Brandon waited for the sound of a pin dropping.
Silence like this had to be pierced at some point. He prayed for anything besides his wife's breathing next to him, besides the clink of her pearls as she fiddled with her necklace. The jury was eyeballing him with a mingle of sympathetic looks and scowls. The sympathy outweighed the anger, which was why he'd be getting his son back again.
The gavel had been struck. Soft murmurings started up as people finally became mobile.
"I know he did it."
"That boy's going to get killed."
"Wait to see it in the papers."
Heavy doors creaked open somewhere behind him. Brandon stared up at the judge and hated him, hated the way he looked down at him, the way his thoughts were written all over his face. I can't wait to land your ass in prison next time.
You wish, fucker.
His wife put a hand on his arm. Her fingers were delicate and dainty. The engagement ring he'd given her so long ago glared up at him, condemned him. He wanted to take her pretty little hand and crush it between his fists. To bruise her eyes and leave the imprint of his knuckles along her lovely face. She'd deserve it. Deserve every little bit of it.
"Come on, sweetheart," she murmured. "We won. Let's get out of here."
Their lawyer smiled at them as they walked past. Perfect teeth, perfect hair, and the reek of pricey cologne. The best con money could buy. He followed them out to their car and opened the door for his wife.
"That was a great victory today. I'm so glad for your family. I hope you'll contact our firm with any furth-"
Brandon put it in drive and pressed the gas. Deb gasped, the door on her side shutting awkwardly as she tugged it in. The lawyer stood behind them, dumbstruck back to that plastic smile, polished leather shoes glinting on the asphalt.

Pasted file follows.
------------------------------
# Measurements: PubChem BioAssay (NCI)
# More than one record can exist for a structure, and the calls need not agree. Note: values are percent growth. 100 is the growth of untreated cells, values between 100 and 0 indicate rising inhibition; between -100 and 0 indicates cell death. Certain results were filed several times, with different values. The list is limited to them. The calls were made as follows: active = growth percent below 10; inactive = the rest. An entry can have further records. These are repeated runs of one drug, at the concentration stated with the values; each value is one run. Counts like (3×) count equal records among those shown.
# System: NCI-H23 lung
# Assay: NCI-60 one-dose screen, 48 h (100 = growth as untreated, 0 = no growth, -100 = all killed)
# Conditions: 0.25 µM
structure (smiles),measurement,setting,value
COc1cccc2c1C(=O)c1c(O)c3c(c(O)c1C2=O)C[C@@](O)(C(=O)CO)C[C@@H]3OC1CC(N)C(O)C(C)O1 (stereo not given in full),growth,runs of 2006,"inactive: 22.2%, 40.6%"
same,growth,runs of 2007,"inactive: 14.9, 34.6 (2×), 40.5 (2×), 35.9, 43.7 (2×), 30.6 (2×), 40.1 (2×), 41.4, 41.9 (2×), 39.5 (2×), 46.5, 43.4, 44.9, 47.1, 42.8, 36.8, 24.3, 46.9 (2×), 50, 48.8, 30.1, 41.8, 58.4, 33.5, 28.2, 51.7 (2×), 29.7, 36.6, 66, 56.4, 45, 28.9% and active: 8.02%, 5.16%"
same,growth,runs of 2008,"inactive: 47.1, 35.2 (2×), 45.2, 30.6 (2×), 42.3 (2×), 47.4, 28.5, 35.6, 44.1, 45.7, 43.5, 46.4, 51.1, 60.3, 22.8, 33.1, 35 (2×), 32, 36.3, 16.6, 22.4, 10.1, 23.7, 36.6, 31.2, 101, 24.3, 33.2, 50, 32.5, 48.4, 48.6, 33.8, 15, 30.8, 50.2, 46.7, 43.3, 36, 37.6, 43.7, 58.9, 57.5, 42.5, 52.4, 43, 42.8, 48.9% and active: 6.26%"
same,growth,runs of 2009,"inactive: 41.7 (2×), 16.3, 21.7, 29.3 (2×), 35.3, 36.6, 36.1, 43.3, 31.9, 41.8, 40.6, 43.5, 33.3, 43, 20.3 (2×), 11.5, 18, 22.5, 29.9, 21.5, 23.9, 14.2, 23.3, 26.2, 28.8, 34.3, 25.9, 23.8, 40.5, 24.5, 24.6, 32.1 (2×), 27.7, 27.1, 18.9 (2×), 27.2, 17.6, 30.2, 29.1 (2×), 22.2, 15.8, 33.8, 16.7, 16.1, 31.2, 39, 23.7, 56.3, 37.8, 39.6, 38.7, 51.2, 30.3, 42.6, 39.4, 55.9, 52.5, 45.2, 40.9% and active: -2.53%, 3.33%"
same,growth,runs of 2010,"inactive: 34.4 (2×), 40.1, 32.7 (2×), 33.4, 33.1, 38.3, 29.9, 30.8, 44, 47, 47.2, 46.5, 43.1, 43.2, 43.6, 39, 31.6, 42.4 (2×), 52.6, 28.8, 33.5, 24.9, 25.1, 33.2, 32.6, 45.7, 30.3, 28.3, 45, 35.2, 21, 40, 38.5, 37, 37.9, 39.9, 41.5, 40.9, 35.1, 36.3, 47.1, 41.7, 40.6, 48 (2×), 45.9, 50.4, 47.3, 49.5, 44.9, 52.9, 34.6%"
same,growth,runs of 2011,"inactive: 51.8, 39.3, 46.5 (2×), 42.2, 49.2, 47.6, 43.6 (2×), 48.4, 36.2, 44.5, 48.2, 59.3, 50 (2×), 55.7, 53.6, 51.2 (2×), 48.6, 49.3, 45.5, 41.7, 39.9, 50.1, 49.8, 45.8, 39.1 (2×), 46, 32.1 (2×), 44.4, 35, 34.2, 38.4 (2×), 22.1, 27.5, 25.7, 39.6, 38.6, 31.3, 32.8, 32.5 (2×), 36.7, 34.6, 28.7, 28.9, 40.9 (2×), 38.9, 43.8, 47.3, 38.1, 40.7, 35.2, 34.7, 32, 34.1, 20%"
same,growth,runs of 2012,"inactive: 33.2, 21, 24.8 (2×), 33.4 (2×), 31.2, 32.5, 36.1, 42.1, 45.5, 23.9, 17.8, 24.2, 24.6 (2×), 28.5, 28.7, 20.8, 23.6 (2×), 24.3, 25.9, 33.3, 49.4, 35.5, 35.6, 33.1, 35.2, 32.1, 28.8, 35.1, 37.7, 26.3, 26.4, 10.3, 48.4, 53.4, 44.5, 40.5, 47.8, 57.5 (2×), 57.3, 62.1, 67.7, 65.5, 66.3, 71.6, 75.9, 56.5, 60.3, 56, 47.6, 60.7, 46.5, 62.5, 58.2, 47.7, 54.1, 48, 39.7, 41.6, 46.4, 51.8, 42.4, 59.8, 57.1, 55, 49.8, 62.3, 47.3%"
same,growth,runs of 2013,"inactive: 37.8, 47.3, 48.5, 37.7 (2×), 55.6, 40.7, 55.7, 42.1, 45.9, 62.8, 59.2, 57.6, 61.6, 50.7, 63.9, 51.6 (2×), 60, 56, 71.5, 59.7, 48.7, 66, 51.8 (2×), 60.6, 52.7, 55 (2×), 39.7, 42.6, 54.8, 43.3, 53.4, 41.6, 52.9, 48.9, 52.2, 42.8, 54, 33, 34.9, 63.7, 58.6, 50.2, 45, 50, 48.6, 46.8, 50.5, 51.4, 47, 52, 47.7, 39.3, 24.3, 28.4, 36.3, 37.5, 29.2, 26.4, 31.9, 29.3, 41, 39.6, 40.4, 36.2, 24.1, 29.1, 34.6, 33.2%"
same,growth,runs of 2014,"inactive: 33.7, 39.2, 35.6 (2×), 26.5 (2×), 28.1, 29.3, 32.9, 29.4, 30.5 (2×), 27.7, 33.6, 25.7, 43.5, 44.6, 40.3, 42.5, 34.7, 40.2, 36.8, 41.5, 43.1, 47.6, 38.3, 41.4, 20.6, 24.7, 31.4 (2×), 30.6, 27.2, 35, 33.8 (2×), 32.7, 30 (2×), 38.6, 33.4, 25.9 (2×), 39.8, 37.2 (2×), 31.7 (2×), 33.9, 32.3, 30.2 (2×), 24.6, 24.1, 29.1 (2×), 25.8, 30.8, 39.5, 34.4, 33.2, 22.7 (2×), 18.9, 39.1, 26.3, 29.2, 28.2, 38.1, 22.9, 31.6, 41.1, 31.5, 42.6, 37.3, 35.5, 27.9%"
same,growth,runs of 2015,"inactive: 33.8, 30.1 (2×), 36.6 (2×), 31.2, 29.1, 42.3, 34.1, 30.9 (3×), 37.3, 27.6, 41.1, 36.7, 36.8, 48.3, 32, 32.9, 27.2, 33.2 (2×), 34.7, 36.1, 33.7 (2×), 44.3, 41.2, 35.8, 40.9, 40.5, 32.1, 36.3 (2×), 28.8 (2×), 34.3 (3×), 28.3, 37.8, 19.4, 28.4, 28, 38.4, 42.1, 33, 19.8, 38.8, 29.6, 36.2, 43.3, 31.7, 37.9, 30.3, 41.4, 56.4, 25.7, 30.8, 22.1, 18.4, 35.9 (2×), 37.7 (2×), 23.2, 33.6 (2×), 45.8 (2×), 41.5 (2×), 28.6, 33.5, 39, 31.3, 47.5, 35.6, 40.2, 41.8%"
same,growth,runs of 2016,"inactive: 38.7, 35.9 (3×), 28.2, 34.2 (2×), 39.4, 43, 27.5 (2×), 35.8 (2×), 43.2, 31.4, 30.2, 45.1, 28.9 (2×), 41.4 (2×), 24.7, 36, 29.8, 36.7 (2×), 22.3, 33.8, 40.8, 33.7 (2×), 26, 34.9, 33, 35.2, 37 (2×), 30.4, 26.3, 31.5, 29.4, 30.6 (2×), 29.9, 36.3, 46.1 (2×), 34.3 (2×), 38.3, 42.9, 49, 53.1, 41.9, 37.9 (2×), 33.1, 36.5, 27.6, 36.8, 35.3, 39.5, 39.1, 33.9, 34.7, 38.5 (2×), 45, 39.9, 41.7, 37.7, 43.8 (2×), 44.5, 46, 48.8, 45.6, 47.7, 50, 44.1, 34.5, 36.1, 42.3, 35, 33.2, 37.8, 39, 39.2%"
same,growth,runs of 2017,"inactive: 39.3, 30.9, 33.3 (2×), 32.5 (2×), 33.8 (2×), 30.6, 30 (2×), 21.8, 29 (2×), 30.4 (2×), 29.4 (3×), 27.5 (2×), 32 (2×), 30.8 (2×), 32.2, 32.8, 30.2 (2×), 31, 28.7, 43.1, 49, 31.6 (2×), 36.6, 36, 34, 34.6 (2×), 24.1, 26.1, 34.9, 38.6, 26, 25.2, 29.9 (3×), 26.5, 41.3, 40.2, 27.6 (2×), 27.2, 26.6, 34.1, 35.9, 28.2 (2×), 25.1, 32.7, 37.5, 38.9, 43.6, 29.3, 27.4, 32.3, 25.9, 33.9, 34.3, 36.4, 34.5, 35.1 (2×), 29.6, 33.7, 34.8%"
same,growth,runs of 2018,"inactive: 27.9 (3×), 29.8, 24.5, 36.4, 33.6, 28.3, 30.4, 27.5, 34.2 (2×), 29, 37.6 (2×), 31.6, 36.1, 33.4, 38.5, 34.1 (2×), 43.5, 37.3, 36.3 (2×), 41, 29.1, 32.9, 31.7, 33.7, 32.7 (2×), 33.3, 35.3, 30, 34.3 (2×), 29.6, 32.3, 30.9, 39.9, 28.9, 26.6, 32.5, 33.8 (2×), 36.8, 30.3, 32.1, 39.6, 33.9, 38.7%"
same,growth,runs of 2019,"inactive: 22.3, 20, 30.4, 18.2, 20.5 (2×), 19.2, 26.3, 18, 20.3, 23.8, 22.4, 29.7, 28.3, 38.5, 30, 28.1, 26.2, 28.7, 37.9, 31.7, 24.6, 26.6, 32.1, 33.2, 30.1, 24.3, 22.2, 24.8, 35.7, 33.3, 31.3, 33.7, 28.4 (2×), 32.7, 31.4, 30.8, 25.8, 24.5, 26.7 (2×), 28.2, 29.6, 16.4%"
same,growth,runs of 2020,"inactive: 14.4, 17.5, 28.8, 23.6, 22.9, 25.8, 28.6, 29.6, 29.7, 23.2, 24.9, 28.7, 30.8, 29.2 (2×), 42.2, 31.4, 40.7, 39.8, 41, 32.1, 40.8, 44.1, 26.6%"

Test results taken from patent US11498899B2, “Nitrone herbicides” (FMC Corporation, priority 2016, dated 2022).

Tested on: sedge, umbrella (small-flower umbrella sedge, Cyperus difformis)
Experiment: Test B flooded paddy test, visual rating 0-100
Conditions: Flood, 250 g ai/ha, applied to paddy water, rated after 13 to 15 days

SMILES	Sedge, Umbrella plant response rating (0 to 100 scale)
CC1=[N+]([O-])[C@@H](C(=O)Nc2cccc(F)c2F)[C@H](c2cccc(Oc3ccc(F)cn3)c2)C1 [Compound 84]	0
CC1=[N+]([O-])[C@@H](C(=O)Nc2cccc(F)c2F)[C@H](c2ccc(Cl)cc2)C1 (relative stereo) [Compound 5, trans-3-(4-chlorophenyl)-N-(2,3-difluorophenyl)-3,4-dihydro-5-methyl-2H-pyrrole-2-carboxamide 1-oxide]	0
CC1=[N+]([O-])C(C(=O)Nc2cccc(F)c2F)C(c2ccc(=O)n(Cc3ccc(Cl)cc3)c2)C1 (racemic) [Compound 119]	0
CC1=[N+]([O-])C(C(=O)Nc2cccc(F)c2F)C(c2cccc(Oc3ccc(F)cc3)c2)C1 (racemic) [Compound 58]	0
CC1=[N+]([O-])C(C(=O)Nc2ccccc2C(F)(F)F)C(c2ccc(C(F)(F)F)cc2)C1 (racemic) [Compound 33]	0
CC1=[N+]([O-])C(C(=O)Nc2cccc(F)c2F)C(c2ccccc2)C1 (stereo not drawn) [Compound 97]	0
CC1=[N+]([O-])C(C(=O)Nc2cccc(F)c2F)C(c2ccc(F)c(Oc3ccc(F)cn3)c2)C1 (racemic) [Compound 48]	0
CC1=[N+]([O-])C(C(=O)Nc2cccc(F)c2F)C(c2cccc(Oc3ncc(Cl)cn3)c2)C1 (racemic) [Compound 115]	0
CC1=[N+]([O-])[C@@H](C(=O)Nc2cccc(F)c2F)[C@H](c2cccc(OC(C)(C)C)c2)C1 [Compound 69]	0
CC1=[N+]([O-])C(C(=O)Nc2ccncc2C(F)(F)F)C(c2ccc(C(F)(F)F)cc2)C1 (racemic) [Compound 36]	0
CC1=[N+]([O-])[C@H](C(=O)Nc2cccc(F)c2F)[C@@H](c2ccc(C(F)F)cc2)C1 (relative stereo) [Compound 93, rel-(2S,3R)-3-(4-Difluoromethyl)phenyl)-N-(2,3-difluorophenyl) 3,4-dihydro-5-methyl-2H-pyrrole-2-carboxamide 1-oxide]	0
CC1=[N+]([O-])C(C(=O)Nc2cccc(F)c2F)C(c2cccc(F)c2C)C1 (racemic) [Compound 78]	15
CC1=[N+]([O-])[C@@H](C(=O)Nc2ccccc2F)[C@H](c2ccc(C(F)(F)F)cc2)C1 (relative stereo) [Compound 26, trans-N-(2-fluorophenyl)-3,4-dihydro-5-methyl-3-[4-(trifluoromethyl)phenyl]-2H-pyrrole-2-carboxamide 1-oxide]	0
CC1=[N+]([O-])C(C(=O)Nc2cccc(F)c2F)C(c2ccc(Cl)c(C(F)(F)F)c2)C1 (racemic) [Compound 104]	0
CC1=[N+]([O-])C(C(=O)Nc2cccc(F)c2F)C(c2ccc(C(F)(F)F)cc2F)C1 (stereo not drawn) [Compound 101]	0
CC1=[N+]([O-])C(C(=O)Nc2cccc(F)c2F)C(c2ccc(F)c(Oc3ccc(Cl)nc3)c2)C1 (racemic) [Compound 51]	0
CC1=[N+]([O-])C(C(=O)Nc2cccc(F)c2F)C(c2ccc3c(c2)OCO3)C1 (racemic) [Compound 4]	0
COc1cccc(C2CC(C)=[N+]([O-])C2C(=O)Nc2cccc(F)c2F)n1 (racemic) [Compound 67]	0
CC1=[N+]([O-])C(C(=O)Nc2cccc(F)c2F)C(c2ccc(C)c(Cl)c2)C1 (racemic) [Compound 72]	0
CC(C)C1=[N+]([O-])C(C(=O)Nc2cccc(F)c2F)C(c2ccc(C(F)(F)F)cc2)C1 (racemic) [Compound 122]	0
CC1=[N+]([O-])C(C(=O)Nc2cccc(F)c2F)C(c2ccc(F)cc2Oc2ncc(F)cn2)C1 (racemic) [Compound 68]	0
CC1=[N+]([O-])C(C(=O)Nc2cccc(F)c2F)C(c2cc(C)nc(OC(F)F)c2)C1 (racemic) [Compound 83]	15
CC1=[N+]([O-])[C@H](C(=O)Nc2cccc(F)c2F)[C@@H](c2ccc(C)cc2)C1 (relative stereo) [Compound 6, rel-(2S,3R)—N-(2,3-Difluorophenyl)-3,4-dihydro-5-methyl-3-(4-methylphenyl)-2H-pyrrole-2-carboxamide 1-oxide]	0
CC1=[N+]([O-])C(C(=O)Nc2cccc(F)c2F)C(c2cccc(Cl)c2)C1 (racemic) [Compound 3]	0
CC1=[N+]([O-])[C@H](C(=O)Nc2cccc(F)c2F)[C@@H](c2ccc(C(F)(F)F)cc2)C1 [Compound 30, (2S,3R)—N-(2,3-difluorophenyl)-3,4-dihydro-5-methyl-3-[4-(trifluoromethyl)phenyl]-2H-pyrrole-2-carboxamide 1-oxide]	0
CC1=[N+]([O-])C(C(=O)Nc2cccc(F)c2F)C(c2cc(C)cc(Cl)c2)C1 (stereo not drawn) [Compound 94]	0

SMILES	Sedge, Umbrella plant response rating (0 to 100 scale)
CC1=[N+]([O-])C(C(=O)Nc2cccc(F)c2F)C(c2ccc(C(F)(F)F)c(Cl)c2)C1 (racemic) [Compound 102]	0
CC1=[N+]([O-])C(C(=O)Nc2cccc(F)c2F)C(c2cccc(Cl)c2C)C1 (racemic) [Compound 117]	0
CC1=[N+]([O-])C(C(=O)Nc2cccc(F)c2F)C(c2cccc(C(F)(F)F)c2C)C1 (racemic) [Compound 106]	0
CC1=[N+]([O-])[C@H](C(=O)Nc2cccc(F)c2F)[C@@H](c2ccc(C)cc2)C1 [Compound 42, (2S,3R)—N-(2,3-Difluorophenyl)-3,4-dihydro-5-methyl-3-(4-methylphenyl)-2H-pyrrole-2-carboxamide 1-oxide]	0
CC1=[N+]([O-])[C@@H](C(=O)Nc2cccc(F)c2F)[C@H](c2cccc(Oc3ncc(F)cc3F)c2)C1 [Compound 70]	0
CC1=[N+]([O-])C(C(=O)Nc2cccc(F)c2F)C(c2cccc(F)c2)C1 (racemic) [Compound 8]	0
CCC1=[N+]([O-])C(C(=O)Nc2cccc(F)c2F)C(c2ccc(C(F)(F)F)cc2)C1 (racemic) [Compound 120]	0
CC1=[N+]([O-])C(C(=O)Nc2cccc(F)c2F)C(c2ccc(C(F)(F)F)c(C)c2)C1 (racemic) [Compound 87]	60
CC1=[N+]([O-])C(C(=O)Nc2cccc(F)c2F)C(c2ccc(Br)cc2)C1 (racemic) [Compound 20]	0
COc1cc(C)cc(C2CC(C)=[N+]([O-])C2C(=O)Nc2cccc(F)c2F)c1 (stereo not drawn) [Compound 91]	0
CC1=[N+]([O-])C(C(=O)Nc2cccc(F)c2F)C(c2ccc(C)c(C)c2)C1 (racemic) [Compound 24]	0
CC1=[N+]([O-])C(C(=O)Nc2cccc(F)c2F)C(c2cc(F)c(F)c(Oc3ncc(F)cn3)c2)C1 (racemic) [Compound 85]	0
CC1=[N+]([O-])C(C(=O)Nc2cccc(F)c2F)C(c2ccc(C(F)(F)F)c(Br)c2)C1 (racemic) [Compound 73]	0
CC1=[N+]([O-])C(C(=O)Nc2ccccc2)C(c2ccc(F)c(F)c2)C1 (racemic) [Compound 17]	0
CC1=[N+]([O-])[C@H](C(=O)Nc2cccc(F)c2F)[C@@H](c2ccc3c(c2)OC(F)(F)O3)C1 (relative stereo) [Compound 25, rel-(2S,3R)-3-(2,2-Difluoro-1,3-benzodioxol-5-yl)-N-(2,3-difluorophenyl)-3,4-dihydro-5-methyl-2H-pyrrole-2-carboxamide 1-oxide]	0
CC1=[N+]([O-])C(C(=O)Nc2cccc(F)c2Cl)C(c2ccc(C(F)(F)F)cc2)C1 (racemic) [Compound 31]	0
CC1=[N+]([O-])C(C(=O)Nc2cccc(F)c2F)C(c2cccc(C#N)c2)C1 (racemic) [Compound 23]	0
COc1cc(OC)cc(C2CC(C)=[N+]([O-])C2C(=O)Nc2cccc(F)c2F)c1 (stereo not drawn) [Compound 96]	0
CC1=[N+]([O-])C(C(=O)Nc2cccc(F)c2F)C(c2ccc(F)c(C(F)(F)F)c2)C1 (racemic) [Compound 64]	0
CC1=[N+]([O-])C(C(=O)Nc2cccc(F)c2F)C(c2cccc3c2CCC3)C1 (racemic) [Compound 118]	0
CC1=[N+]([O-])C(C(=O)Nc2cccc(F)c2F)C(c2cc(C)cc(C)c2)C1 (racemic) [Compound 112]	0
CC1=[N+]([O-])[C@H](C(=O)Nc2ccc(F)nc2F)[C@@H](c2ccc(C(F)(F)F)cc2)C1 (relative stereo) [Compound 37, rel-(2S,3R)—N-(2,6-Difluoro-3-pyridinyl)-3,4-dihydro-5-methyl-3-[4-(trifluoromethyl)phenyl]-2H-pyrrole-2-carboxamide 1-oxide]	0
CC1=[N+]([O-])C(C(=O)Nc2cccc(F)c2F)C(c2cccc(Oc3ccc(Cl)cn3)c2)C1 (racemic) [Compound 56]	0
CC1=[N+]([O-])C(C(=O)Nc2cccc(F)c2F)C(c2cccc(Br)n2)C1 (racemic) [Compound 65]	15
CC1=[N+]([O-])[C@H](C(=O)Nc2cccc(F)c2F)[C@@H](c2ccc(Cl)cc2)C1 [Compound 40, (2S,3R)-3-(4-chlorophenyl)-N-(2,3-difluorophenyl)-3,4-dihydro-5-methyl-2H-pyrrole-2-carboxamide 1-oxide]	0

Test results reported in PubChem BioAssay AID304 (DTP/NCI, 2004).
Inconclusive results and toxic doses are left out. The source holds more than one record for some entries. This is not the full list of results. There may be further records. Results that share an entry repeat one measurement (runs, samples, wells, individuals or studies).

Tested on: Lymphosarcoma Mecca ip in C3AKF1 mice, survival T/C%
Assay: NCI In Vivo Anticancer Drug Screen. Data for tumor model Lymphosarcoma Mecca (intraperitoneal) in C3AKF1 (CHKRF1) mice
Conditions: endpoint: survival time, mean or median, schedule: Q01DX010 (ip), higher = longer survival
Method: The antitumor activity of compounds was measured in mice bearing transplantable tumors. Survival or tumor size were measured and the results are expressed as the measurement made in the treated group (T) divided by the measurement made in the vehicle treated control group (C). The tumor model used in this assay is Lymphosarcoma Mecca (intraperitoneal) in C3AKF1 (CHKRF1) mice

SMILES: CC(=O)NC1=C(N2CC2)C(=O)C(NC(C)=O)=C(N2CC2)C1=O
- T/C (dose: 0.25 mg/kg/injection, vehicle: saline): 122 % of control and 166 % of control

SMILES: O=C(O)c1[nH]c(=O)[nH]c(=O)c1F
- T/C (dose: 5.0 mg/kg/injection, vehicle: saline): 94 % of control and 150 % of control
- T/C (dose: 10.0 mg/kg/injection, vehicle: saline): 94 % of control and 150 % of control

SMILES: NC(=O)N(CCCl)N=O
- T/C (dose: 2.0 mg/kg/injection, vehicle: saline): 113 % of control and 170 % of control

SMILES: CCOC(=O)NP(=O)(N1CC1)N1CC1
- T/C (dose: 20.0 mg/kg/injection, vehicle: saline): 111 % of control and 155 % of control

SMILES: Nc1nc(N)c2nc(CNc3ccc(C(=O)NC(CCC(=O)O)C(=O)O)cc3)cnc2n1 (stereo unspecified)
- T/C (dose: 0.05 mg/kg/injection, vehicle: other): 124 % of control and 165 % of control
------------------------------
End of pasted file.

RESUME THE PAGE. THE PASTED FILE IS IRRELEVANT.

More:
"That was rude," Deb said. Her voice was like nails being driven into his eardrums. "He's done a lot for us."
Brandon's teeth clicked together hard. It hurt down to the roots and he clenched harder. He merged onto the highway past a minivan that blared its horns angrily, gunning it up to eighty, then ninety.
"It's sixty," his wife pointed out. Her voice was tense, her shoulders pale and borne through her red dress. It was a ridiculous thing to wear to a trial. She looked like a slut, not like some saddened mother whose son had broken a leg. An arm. A son that had had bruises often enough the nurses of his private school called protective services.
They'd showed up at the hand-carved door of their sprawling house with grim faces. Their son had watched from the staircase with his teddy in hand, wide-eyed and wondering.
The blue on his cheek had been steadily turning yellow. It'd be gone by the time they picked him up, like it'd never happened. But it had, everything had, and that truth would never go away.
"The speed limit is-"
"Shut the FUCK up!"
He whipped around a semi and she shuddered, turning her head away with tears in her eyes. He didn't care. He couldn't bring up even a single shred of empathy, not anymore. Enough was enough, and he'd had his fair share. His hands tightened on the wheel and he imagined choking the life out of her slender throat. He imagined it and wished he had the balls to carry it through.
She'd earned a taste of her own medicine.
"I'm not covering for you anymore," he rasped.
Deb didn't answer. She turned her face away, watching the cars whiz by, worrying her hands in her lap.
"If you ever touch our son again, I'll fucking kill you."